All Night Under the Moon

Last post, I said that we would be posting on a poet who could show the lover of Conversation Galante a thing or too about how to melt a woman’s heart. In fact, I thought about posting on Byron’s last poem, ‘Love and Death’, before realising that it wasn’t really any kind of wooing poem at all. The clue was in the title I suppose. So, not for the first time, I have fallen back on the Georgian poets. This week’s poem is quite simply a lovely little lyric to celebrate the lovely month of June, and I’ve no doubt it could melt a heart or two as well.

I first came across this poem as the lyrics to a song, by Ivor Gurney no less, and I thought that he had written the words too. But it is actually by another English poet, Wilfred Gibson, who, like Gurney, found fame as a First World War poet, but survived the war and wrote poetry about as peaceful as you could imagine:

All Night under the Moon

All night under the moon
Plovers are flying
Over the dreaming meadows
of silvery light,
Over the meadows of June
Calling and crying
Wandering voices of love
in the hush of the night.

All night under the moon
Love, though we’re lying
Quietly under the thatch,
in the dreaming light
Over the meadows of June
Together we’re flying
Wandering voices of love
in the hush of the night.

Wilfred Gibson

Gibson, like myself, was born within spitting distance of the Tyne, although in his case somewhat to the west, in Hexham a medium-sized, very old town in rural Northumberland. Long ago, Hexhamshire was a county of its own. And it does have a feeling of its own – where English rolling hills and wooded dells meet the windswept fells and moors of the North Pennines.

I would wager that landscape helped inspire this poem. Some of the moors just west of Hexham are chock-full of lapwing (a kind of plover too, you know), and once, while by Derwent Reservoir just to the south, I saw a flock of golden plover wheeling overhead towards the sunset.

The poem’s imagery, focusing on these plovers over their dreaming night meadows, repeats and varies subtly across the two stanzas. In the first, it is the plovers who are flying, but in the second, the poet and his lover, though lying ‘under the thatch’ are transported into the birds’ place, or so he assures her.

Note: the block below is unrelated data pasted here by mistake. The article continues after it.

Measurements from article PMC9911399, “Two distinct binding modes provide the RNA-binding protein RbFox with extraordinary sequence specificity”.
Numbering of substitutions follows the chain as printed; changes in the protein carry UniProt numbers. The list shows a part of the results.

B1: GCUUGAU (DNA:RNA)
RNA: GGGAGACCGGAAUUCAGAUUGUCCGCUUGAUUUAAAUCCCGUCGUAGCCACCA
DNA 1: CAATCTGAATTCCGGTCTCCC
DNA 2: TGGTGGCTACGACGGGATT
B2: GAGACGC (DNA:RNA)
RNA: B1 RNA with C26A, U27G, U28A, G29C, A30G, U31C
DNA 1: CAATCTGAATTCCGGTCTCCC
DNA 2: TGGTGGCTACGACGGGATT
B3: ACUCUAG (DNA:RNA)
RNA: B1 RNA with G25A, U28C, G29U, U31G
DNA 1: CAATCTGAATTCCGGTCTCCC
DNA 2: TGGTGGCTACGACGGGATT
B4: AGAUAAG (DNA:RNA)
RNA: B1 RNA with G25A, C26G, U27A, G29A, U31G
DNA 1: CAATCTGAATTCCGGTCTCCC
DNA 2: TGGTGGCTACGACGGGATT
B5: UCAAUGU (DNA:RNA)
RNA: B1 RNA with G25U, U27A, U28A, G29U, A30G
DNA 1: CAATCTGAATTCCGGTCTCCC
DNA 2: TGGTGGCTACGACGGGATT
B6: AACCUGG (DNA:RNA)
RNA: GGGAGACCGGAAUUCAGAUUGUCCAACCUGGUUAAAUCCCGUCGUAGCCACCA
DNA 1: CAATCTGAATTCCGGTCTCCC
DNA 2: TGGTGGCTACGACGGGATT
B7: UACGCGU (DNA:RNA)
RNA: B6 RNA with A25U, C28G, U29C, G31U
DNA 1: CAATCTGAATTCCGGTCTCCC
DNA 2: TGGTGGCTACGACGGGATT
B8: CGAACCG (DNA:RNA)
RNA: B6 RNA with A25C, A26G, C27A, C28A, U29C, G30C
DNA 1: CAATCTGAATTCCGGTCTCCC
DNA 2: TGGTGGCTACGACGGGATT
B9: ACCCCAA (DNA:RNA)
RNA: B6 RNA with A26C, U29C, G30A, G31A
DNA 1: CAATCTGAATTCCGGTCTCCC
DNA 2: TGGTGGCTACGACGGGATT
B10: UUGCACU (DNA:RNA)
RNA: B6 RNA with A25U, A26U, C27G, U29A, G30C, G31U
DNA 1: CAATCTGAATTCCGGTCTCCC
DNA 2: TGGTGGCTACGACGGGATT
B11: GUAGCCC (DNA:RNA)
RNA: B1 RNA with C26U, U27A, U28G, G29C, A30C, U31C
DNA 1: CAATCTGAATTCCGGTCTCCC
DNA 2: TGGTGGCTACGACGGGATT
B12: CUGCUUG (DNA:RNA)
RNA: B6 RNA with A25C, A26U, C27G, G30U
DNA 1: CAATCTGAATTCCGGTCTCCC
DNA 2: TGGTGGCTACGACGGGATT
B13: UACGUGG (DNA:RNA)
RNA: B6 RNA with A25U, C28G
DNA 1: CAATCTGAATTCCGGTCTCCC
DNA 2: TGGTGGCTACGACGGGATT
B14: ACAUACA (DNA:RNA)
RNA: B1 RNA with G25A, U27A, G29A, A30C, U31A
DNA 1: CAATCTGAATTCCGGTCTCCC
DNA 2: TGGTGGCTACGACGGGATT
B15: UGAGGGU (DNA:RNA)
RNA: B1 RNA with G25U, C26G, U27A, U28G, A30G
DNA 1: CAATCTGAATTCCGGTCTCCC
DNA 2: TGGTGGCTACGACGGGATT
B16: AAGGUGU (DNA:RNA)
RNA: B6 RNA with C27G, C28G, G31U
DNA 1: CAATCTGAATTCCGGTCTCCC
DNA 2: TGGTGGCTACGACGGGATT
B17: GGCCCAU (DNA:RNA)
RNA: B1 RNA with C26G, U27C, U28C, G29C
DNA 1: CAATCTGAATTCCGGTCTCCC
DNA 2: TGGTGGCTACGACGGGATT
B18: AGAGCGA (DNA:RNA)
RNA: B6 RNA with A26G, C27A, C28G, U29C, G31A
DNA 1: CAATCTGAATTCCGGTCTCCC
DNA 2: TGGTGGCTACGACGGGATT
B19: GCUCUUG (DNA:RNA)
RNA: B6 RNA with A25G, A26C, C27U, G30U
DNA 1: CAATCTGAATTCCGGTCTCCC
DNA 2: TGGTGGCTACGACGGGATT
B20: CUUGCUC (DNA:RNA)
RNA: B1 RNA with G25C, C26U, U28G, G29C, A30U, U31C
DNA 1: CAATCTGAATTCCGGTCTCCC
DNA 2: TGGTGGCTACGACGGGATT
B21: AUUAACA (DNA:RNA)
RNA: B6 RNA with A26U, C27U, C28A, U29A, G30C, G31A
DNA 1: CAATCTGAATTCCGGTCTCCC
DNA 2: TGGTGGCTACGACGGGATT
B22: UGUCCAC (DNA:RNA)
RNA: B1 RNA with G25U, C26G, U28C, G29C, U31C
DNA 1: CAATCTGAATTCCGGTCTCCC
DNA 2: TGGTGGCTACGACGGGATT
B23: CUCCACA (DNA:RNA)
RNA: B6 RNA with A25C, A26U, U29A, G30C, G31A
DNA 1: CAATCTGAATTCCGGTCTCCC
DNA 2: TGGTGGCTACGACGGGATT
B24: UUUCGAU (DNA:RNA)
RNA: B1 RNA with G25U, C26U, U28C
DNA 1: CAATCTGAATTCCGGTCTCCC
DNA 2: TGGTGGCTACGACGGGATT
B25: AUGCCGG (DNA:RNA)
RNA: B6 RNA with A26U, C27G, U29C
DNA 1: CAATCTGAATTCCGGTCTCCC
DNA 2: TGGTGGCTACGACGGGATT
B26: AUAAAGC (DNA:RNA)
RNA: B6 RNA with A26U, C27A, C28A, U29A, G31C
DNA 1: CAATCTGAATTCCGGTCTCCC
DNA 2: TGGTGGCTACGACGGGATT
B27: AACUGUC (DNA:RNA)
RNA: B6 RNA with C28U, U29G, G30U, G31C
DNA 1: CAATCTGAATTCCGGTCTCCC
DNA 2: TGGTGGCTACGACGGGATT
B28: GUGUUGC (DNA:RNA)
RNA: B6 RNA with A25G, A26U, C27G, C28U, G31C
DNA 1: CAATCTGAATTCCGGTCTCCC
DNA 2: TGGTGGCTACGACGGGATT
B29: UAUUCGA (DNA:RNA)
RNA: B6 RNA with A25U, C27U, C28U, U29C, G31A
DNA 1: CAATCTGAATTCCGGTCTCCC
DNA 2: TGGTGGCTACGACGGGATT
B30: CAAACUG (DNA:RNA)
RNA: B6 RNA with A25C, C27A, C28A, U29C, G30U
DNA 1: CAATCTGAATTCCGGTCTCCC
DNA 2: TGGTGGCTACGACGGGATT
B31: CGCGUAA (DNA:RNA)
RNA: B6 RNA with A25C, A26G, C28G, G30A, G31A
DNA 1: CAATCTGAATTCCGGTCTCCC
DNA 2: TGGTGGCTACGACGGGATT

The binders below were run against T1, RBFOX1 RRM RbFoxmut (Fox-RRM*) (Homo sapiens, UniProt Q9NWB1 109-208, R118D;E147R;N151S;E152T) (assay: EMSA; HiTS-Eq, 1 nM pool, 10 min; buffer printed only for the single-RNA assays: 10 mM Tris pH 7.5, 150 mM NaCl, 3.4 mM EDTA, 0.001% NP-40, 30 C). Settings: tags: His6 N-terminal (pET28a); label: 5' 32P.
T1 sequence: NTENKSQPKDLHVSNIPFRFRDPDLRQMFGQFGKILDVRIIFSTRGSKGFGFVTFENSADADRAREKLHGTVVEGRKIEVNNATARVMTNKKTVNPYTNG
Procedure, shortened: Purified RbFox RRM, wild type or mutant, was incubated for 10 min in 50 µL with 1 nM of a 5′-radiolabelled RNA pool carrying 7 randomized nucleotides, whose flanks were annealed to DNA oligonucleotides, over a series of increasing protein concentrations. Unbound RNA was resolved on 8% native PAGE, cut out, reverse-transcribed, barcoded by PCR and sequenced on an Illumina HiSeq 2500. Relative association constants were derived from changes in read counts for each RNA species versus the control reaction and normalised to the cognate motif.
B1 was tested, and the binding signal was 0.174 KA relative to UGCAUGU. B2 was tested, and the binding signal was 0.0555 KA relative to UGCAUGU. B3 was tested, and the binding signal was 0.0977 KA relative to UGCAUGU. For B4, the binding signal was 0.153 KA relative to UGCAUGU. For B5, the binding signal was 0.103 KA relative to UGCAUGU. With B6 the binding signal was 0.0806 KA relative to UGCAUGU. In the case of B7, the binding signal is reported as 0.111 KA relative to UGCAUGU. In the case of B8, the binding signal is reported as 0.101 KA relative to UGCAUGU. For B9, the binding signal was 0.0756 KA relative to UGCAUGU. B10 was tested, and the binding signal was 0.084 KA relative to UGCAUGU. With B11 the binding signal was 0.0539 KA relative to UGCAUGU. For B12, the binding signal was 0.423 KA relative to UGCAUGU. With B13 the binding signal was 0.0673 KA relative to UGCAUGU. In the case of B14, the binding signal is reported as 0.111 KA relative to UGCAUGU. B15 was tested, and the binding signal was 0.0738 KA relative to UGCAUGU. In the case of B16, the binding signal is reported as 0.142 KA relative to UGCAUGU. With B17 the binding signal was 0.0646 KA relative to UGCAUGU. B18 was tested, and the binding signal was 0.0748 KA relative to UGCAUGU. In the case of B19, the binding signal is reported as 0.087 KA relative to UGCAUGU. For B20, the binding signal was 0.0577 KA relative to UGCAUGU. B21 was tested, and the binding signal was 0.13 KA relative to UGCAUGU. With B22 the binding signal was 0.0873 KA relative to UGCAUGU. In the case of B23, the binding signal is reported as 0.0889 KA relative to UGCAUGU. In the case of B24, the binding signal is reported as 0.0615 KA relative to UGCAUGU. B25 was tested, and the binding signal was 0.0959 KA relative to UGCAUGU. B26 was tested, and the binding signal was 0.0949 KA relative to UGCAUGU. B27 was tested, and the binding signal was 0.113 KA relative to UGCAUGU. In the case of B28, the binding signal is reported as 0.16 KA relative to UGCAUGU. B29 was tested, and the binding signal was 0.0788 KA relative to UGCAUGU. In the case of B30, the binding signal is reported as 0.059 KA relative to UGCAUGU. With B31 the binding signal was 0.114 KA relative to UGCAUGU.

And that, Mr conversational gallant, is how you enjoy a nice view with a lady friend!

Advertisements

9 Comments

Filed under Literature, Poetry

9 responses to “All Night Under the Moon

  1. Well, I had not heard of Wilfred Gibson before……and I’m still in recovery from listening to that soprano on YouTube. As always, you have enlightened and presented food for thought. 🙂

  2. Do you know I’m not so sure about this one? On first reading it is touching and the language is fresh. But would the plovers really fly all night? And isn’t it cheating to say that the meadows are dreaming or that the bird song is about love? The poem is ok but it would have more force if the comparison were more accurate.
    Or do you think I’m being too harsh?
    Of course none of this detracts from my interest in reading the poem and thinking about your take on it. Thank you for the post.

  3. Now you mention it, John, I’m not so whether plovers do fly at night… or anyway, whether they make a lot of noise when they do. I wonder if he wasn’t thinking of oystercatchers, who really do make a lot of noise at night (even over meadows, despite their name). Not particularly pleasant noise, though. Hmmm…
    As for the poetry, well the imagery is a bit loose, as you say. But I still find it enchanting. Maybe I’m biased because of that pretty song (and by geography).
    Glad you enjoyed the music too, Cynthia. I had in mind to post occasionally on poems that were turned into songs by early 20th century composers Gurney, Warlock and Butterworth, but I don’t think any can quite top that one.

  4. Thanks for responding. Certainly there is charm in these lines, and they have been interesting to think about.

  5. No no – I appreciate your comments… I was still thinking about those plovers on the way home from work today: do they fly at night, after all? Maybe when they are migrating… but what bird would migrate in June?

  6. What bird would migrate in June?
    a brrrrrd…..
    who preferred
    the cold weather!

  7. Pingback: The Child on the Cliffs | sweettenorbull

  8. Pingback: Photographs (To Two Scots Lads) | sweettenorbull

Leave a Reply

Fill in your details below or click an icon to log in:

WordPress.com Logo

You are commenting using your WordPress.com account. Log Out / Change )

Twitter picture

You are commenting using your Twitter account. Log Out / Change )

Facebook photo

You are commenting using your Facebook account. Log Out / Change )

Google+ photo

You are commenting using your Google+ account. Log Out / Change )

Connecting to %s